Ph.D., University of California, San Diego, 2002
Postdoctoral Research: Ludwig Institute for Cancer Research, La Jolla, California
Lab website: http://www.audhyalab.org
Address: 5214A Biochemical Sciences Bldg
Department: Biomolecular Chemistry
Research InterestsRegulation of vesicle biogenesis and membrane transport during development
Research FieldsDisease Biology
Genomics & Proteomics
Neuro & Behavioral Genetics
Human, mouse & rat
Our laboratory is committed to understanding the fundamental mechanisms by which membrane proteins, lipids, and other macromolecules are transported throughout eukaryotic cells. To do so, we take advantage of numerous interdisciplinary approaches, including genetics, biochemistry, structural biology, biophysics, molecular biology and high-resolution fluorescence and electron microscopy.
Additionally, we use a variety of experimental systems, ranging from simple animal models (e.g. Caenorhabditis elegans) to human induced pluripotent stem cells (iPSCs). We also aim to recapitulate individual steps of membrane transport in vitro, using recombinant proteins and chemically defined lipids. Our ultimate goal is to identify the regulatory pathways that control membrane deformation, which enable vesicle formation in the endosomal and secretory systems. Although basic research is the cornerstone of our program, we also seek to define pathomechanisms that underlie human disease, focusing on the impact of mutations in key trafficking components that lead to cancer, neurodegeneration, asthma, and diabetes.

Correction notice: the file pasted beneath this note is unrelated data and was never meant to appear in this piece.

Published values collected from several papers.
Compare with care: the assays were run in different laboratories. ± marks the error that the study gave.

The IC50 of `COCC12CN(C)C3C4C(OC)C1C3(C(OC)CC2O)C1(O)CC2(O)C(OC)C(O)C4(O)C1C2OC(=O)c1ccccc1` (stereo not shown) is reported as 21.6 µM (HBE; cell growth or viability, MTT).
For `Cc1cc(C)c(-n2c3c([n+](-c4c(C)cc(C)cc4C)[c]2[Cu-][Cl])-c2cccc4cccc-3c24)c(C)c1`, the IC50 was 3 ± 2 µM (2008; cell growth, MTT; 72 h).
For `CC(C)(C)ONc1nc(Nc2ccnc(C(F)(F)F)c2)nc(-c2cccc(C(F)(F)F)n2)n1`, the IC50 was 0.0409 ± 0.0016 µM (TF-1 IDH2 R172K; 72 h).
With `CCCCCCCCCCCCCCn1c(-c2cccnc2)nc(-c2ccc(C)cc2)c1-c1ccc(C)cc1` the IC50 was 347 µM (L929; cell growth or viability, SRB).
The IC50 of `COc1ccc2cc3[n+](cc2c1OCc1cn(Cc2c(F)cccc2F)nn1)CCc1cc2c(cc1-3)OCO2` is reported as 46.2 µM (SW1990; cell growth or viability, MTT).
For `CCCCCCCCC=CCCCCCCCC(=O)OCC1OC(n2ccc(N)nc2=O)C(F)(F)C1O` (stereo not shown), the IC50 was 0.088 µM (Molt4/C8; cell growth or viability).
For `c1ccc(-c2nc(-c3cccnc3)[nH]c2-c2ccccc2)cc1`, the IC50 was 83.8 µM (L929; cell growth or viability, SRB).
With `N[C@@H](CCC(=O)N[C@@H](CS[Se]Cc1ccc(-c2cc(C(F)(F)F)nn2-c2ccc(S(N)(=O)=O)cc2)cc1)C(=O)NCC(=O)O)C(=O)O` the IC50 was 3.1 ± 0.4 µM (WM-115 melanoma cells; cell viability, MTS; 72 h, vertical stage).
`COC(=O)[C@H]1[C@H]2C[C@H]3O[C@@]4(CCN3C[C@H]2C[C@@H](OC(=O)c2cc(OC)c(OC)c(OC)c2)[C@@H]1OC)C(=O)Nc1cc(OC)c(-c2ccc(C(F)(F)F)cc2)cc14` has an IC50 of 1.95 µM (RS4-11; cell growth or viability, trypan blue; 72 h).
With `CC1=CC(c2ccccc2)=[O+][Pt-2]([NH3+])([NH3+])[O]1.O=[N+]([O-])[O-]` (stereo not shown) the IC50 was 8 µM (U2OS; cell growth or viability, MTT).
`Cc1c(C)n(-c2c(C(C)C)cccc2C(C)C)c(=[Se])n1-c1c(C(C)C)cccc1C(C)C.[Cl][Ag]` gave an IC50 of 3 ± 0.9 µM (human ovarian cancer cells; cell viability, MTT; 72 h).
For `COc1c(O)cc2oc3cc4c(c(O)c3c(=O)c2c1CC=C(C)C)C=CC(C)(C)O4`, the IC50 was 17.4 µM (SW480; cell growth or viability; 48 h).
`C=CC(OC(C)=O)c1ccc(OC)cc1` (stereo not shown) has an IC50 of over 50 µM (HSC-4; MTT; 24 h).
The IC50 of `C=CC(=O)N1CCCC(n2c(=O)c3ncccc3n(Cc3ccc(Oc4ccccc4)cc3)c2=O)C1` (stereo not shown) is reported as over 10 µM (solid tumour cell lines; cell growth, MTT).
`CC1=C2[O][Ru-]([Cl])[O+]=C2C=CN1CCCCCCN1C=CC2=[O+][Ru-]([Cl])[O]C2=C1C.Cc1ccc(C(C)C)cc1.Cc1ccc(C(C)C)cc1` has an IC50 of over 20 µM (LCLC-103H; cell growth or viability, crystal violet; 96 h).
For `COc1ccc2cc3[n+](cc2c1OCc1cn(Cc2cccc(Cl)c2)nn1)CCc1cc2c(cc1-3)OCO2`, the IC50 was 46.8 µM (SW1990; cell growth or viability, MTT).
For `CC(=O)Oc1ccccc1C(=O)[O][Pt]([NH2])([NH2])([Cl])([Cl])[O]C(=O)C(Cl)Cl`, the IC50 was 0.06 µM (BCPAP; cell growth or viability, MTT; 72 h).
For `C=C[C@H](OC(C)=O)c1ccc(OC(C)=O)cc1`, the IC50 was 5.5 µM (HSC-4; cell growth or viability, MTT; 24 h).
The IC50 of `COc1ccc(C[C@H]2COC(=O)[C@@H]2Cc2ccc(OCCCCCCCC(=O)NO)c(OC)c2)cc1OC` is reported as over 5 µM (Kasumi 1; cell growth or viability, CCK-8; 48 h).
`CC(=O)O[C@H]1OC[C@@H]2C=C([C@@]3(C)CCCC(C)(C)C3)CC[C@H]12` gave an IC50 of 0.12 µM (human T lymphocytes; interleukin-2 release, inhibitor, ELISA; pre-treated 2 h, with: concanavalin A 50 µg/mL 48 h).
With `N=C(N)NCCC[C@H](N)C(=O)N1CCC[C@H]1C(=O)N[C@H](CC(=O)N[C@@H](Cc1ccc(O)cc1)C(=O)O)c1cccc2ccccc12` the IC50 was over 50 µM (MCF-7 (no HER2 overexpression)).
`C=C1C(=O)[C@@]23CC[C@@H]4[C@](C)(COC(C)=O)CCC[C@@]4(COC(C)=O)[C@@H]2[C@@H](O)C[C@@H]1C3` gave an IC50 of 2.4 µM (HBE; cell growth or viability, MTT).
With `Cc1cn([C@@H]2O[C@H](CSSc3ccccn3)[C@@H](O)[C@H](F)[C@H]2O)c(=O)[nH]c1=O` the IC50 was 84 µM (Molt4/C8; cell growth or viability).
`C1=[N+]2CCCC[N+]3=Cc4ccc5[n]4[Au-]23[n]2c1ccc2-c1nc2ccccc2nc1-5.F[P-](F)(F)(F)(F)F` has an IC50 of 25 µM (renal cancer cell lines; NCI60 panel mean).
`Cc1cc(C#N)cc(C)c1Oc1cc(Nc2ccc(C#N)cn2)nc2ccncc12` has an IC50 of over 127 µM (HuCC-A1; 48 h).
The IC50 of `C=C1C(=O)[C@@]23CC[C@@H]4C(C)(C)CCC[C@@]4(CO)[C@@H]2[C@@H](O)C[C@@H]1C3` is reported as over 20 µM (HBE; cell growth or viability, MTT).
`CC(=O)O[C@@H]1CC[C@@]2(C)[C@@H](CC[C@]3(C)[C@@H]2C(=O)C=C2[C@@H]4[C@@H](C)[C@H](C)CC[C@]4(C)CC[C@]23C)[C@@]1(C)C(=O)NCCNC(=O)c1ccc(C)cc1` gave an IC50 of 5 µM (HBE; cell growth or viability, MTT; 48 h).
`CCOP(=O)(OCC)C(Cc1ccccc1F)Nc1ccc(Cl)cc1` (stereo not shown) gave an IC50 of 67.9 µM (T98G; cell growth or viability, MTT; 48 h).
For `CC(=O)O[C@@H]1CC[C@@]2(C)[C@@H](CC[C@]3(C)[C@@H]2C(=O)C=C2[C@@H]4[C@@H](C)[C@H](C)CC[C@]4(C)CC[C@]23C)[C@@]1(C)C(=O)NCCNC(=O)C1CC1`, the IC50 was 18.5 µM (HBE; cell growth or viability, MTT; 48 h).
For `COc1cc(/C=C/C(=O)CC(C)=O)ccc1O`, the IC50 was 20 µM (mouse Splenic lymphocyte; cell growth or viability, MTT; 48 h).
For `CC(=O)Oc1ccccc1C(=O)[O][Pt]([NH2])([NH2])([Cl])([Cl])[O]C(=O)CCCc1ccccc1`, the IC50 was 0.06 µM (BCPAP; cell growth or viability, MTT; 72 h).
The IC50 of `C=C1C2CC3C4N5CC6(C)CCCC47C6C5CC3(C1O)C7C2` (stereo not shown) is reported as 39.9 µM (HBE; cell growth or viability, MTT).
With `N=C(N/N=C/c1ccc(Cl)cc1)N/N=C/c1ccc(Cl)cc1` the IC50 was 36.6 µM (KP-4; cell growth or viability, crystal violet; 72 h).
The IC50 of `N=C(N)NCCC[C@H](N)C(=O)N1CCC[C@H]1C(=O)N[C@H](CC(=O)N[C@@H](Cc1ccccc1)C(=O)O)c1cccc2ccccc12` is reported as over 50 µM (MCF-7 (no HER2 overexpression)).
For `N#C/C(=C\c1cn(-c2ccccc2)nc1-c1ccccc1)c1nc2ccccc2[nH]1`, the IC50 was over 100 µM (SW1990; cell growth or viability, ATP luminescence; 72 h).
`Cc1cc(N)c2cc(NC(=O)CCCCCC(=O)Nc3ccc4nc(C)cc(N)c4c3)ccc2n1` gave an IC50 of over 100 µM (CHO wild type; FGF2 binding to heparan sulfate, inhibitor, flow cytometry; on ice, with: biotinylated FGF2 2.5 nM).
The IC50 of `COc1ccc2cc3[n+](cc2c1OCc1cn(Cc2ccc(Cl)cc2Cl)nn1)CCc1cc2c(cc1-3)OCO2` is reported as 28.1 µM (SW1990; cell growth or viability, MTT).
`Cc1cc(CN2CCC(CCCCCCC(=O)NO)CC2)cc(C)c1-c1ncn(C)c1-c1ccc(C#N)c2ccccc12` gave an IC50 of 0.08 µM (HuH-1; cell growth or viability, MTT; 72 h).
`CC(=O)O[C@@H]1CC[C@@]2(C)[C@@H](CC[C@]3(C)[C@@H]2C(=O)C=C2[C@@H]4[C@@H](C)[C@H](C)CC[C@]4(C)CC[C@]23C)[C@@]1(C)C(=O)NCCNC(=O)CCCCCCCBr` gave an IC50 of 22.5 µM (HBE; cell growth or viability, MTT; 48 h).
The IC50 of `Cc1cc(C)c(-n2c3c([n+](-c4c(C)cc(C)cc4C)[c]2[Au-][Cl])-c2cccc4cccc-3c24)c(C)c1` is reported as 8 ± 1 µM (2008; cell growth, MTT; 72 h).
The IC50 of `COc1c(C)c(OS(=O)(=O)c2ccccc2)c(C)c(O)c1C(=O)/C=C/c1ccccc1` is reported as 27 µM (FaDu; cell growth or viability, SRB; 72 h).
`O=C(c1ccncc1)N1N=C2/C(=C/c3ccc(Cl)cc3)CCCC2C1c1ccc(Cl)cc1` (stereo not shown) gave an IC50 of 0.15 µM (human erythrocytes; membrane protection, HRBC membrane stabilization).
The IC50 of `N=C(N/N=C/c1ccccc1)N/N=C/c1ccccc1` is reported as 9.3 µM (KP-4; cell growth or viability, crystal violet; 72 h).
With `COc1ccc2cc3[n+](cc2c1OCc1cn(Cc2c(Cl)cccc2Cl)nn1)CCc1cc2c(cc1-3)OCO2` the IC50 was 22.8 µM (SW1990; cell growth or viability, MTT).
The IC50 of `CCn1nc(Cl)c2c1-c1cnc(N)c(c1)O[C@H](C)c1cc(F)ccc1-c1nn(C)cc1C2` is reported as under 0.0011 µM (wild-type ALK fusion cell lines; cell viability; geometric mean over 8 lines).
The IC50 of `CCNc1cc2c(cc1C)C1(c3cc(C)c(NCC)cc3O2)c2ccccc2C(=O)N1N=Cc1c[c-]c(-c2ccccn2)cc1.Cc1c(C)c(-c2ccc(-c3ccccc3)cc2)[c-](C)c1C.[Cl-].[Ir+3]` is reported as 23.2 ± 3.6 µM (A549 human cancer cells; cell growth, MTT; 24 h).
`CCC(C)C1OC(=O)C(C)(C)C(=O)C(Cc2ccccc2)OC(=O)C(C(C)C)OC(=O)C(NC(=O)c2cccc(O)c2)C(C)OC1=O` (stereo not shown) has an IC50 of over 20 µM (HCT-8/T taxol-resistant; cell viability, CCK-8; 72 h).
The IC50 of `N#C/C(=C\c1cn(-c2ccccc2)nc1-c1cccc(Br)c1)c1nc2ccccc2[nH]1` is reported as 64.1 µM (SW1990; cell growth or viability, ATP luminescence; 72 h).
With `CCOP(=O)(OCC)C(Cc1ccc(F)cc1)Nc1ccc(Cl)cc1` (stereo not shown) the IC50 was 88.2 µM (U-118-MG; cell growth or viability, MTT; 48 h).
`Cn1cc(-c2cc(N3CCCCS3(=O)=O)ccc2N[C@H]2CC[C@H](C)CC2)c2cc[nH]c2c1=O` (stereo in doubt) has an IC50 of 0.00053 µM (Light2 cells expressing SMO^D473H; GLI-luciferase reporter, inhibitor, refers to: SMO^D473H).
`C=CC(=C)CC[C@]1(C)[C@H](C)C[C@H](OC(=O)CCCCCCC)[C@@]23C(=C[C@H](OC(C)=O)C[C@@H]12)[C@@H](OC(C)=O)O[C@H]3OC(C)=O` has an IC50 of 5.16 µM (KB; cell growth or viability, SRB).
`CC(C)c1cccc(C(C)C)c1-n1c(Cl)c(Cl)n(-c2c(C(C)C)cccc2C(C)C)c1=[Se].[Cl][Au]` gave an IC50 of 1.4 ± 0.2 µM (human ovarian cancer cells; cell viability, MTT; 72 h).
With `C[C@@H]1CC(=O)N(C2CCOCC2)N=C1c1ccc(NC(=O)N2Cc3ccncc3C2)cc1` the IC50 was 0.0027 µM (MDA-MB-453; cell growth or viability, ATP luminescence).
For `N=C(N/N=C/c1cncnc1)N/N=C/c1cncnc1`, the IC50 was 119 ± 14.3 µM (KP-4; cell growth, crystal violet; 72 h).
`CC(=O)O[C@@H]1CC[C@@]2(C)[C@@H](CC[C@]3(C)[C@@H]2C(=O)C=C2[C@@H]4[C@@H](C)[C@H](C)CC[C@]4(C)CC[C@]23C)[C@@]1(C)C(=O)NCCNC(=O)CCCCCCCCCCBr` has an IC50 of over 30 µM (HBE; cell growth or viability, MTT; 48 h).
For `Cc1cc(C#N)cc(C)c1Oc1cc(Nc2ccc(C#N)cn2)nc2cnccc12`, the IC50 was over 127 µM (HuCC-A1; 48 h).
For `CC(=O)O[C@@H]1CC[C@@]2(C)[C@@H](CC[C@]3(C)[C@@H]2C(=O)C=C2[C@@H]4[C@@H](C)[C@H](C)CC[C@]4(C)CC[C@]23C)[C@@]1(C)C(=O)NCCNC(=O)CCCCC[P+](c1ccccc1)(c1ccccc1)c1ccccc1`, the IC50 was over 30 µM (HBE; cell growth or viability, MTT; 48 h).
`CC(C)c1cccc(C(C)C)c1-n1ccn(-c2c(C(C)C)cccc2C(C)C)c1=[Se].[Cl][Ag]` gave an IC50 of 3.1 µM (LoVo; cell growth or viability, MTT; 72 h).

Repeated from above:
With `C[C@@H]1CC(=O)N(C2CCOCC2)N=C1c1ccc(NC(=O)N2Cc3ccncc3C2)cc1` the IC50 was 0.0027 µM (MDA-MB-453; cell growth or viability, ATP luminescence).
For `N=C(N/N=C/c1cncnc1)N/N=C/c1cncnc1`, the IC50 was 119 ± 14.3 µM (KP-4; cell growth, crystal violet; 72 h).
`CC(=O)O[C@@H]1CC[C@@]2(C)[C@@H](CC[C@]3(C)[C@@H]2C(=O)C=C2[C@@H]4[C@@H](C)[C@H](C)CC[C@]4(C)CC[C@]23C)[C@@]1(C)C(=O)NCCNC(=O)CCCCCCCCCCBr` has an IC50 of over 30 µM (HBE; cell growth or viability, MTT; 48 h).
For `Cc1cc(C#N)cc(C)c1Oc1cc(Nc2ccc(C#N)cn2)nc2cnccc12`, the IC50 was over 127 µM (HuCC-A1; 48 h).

Schuh, A.L., Hanna, M., Quinney, K., Wang, L., Sarkeshik, A., Yates, J.R., and Audhya, A. (2015) The VPS-20 Subunit of the Endosomal Sorting Complex ESCRT-III Exhibits an Open Conformation in the Absence of Upstream Activation. Biochem. J. 466: 625-637.
Johnson, A., Bhattacharya, N., Hanna, M., Pennington, J.G., Schuh, A.L., Wang, L., Otegui, M.S., Stagg, S.M., and Audhya, A. (2015) TFG clusters COPII-coated transport carriers and promotes early secretory pathway organization. EMBO J. 34: 811-827.
Takahashi, H., Mayers, J.R., Wang, L., Edwardson, J.M., and Audhya, A. (2015) Hrs and STAM function synergistically to bind ubiquitin-modified cargoes in vitro. Biophys. J. 108: 76-84.